As I mentioned at the beginning of May there is an oversupply issue with ethanol. Ethanol in the US is alcohol produced mostly from corn. US government mandated minimum ethanol volumes exceed what auto makers say most of their cars can handle. Typically cars can handle 10% ethanol blended with 90% petroleum-based gasoline without any special equipment.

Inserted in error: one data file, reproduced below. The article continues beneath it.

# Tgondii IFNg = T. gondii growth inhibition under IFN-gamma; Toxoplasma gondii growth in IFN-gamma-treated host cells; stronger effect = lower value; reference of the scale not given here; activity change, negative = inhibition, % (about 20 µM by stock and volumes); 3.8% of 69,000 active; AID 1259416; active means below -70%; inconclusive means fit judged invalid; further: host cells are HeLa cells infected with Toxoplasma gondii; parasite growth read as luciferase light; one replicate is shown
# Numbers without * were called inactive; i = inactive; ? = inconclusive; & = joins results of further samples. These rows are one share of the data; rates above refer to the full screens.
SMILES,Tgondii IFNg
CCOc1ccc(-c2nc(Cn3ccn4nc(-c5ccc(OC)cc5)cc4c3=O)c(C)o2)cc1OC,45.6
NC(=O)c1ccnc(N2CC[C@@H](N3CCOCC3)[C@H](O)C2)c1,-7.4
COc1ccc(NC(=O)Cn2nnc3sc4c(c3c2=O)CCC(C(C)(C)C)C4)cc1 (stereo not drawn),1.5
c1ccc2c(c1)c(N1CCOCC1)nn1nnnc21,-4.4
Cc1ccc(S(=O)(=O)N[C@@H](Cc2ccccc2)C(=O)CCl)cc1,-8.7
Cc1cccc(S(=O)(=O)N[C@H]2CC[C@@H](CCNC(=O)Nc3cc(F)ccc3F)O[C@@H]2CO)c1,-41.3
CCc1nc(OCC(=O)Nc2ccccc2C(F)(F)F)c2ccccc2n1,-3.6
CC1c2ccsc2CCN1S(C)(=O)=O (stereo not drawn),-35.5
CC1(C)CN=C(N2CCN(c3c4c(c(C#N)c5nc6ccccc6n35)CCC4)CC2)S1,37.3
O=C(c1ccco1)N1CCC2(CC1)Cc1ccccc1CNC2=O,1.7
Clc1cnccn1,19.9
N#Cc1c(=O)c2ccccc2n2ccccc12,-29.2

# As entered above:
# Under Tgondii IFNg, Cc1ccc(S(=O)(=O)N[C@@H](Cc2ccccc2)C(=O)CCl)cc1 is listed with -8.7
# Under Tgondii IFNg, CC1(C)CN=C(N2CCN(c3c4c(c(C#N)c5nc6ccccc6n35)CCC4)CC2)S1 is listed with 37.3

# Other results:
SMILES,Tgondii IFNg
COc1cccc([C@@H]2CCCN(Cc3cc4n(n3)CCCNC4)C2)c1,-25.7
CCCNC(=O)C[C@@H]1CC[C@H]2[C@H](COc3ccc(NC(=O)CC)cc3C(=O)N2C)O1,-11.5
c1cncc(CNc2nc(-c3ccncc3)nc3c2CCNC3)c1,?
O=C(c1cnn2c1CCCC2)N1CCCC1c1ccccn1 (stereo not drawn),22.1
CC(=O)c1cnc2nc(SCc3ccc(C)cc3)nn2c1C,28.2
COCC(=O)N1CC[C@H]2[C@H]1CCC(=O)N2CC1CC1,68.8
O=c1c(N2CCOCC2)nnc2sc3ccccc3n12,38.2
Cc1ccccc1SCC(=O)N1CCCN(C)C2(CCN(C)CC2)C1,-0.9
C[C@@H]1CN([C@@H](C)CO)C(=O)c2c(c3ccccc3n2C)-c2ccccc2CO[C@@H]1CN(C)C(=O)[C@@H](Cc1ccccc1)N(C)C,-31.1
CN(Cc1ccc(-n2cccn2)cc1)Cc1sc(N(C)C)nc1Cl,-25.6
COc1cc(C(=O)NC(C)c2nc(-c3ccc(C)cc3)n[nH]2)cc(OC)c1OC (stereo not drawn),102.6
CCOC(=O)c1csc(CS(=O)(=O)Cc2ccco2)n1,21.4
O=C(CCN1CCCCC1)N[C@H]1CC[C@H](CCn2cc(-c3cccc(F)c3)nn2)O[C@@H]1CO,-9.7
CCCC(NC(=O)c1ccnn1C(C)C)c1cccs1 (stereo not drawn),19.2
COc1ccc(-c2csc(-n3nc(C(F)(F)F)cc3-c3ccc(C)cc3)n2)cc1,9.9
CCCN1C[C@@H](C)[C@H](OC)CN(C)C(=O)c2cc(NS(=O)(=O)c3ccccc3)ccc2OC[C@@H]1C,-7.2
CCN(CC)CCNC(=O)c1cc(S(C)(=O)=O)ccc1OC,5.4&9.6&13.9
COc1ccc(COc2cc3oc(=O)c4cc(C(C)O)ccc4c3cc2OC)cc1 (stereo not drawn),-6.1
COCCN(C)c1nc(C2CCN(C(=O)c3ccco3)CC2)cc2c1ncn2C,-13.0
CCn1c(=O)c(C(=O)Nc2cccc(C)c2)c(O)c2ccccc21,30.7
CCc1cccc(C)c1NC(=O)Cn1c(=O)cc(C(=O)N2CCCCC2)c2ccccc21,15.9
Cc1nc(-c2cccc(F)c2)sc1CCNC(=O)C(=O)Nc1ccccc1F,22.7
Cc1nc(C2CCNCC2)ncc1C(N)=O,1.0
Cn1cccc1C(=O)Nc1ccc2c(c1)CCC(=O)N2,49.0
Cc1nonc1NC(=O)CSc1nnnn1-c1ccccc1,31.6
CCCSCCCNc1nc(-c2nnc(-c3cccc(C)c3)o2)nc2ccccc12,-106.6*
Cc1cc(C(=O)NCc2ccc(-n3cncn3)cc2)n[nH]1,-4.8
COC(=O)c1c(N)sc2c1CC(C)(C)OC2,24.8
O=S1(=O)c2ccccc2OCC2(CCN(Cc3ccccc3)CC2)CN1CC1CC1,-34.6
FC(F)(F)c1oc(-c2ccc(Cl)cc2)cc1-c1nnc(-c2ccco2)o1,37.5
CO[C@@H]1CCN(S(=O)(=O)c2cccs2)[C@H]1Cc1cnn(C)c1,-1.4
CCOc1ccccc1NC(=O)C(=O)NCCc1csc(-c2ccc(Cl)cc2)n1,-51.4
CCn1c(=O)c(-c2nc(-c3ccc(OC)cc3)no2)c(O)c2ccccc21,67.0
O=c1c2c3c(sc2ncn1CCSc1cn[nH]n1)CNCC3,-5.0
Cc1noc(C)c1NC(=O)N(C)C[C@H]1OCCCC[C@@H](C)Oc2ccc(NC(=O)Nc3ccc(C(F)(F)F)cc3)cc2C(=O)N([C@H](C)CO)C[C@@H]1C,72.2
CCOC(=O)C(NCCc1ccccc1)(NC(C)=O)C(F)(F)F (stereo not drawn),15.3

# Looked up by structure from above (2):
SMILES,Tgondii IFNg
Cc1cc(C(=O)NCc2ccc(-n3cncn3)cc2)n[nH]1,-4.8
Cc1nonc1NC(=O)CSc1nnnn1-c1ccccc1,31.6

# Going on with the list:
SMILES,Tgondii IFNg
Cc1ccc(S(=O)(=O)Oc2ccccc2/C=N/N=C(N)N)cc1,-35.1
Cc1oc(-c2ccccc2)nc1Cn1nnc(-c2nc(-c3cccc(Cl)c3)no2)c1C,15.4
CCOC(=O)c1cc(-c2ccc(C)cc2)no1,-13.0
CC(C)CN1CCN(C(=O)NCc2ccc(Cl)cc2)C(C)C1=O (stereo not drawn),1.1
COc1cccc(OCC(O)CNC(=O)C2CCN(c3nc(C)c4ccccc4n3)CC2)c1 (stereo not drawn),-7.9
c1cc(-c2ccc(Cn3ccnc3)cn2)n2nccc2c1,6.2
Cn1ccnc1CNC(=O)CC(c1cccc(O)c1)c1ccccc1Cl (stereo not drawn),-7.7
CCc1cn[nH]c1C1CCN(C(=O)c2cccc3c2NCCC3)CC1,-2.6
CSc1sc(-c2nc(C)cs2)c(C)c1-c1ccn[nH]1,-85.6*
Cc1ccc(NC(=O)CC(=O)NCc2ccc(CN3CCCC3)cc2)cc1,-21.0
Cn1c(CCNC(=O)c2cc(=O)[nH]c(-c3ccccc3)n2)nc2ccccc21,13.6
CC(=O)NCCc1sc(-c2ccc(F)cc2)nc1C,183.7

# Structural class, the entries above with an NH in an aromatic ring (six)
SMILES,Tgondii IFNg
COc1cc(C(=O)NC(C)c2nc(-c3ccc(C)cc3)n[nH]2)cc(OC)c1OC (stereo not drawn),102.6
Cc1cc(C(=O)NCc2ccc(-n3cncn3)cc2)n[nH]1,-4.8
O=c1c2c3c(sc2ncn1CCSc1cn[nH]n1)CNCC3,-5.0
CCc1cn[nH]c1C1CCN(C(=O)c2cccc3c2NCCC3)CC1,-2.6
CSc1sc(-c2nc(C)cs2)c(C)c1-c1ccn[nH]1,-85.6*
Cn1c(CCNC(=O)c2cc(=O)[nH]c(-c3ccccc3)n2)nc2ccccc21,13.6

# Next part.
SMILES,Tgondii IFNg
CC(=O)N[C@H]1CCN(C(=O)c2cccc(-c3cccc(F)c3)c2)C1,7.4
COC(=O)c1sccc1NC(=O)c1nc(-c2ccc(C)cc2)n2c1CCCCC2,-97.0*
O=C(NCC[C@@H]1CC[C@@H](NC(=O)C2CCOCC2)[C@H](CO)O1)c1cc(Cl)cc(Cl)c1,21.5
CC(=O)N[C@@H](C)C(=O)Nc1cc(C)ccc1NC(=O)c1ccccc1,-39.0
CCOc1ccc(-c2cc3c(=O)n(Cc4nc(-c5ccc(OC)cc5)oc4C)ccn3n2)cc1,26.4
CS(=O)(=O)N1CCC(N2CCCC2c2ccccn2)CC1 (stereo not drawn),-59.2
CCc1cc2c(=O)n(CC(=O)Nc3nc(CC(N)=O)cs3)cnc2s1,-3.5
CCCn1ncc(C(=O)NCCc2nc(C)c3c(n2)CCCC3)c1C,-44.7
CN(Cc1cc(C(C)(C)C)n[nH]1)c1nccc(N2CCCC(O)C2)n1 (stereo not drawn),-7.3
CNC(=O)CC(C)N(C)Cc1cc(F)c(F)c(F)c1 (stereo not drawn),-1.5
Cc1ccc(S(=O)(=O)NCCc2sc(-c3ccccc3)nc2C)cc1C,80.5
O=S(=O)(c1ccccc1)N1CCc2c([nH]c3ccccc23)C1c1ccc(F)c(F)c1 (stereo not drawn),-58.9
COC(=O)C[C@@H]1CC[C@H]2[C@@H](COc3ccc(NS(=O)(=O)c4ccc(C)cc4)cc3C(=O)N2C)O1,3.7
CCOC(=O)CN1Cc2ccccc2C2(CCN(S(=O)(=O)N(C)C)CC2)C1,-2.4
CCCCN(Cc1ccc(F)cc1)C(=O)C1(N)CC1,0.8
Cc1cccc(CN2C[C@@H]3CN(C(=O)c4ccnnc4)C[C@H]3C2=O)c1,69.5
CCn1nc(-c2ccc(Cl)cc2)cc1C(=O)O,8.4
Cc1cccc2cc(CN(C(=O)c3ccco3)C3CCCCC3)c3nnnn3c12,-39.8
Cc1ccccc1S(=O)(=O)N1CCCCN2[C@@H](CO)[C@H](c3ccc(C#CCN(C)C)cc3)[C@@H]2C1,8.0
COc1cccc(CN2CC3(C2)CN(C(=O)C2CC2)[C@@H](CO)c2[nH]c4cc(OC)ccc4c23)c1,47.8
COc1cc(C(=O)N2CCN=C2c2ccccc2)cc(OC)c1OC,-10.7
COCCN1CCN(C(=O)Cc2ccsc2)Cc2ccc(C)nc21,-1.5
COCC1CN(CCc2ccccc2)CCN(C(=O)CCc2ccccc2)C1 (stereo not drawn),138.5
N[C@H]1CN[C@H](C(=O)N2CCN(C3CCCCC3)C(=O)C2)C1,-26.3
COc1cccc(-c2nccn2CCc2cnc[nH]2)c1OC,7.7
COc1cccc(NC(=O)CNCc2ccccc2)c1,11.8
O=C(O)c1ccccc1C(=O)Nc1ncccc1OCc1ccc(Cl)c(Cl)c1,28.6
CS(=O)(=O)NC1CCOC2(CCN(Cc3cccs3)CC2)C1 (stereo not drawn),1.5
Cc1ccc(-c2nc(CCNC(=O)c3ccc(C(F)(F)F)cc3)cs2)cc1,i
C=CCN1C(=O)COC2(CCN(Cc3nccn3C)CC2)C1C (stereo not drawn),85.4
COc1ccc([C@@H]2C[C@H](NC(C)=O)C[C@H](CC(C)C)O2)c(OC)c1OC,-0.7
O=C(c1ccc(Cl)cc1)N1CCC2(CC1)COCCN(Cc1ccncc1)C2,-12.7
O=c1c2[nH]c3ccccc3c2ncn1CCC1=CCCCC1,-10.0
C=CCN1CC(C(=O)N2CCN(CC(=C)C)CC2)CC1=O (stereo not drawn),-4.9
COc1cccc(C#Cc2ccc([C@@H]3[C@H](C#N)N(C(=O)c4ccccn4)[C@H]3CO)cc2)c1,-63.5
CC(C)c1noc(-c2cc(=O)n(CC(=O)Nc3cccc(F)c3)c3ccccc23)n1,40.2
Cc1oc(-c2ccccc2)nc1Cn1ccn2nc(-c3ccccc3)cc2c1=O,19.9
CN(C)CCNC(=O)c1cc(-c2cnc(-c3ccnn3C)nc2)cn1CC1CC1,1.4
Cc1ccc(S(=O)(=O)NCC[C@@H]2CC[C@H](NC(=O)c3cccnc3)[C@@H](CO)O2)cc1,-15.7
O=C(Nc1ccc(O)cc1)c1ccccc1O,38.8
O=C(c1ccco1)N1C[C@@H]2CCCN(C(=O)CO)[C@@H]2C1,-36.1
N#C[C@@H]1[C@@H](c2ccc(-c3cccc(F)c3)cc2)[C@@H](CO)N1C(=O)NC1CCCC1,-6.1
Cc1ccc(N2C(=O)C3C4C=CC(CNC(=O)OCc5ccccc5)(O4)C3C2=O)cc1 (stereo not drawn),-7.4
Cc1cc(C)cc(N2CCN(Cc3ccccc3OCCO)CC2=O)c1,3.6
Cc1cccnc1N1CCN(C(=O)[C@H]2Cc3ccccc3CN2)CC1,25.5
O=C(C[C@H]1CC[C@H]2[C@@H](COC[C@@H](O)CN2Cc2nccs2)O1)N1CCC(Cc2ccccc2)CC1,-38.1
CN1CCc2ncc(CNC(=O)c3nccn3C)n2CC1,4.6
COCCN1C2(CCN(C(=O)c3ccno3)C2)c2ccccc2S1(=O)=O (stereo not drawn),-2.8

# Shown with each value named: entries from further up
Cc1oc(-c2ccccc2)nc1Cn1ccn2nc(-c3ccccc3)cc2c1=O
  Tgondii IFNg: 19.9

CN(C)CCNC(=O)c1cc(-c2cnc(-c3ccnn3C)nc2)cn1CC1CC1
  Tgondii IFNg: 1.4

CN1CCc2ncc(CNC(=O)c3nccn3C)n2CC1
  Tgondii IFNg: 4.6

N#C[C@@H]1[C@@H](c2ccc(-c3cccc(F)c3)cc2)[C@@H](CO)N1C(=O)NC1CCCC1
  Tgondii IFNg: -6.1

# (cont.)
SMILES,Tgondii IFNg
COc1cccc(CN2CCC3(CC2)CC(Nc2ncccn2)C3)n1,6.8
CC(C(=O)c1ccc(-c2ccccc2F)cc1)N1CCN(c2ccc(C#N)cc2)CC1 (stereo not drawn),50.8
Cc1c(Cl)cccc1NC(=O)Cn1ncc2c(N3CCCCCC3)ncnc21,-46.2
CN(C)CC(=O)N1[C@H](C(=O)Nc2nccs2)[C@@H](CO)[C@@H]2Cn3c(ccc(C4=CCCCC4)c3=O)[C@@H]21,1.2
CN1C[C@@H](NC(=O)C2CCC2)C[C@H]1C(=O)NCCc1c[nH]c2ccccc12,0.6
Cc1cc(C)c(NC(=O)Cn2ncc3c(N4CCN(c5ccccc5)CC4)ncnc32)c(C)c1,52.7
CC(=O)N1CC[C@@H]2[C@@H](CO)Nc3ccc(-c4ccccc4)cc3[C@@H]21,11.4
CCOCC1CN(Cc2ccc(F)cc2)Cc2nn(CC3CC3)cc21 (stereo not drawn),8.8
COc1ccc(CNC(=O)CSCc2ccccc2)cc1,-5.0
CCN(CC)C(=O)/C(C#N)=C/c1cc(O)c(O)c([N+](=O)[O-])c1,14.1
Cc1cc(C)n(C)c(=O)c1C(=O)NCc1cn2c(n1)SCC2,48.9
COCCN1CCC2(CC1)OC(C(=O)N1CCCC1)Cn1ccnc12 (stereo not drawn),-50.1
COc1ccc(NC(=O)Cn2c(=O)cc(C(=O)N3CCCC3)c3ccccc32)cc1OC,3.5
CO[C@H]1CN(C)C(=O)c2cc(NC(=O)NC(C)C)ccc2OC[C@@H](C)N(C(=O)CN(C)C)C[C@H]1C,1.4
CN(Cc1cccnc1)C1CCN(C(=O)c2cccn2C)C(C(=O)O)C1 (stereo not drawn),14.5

The New York Times is reporting today that the US EPA may raise the US ethanol blend wall from 10% of gasoline to as high as 15% or 20% within the next week. Although such a change would be good for ethanol producers, this additional ethanol would displace petroleum-based gasoline and pressure oil refinery margins lower.
Update: On Tuesday December 1, 2009 the EPA announced it would defer making a decision on changing the US ethanol blend limit until mid-June 2010.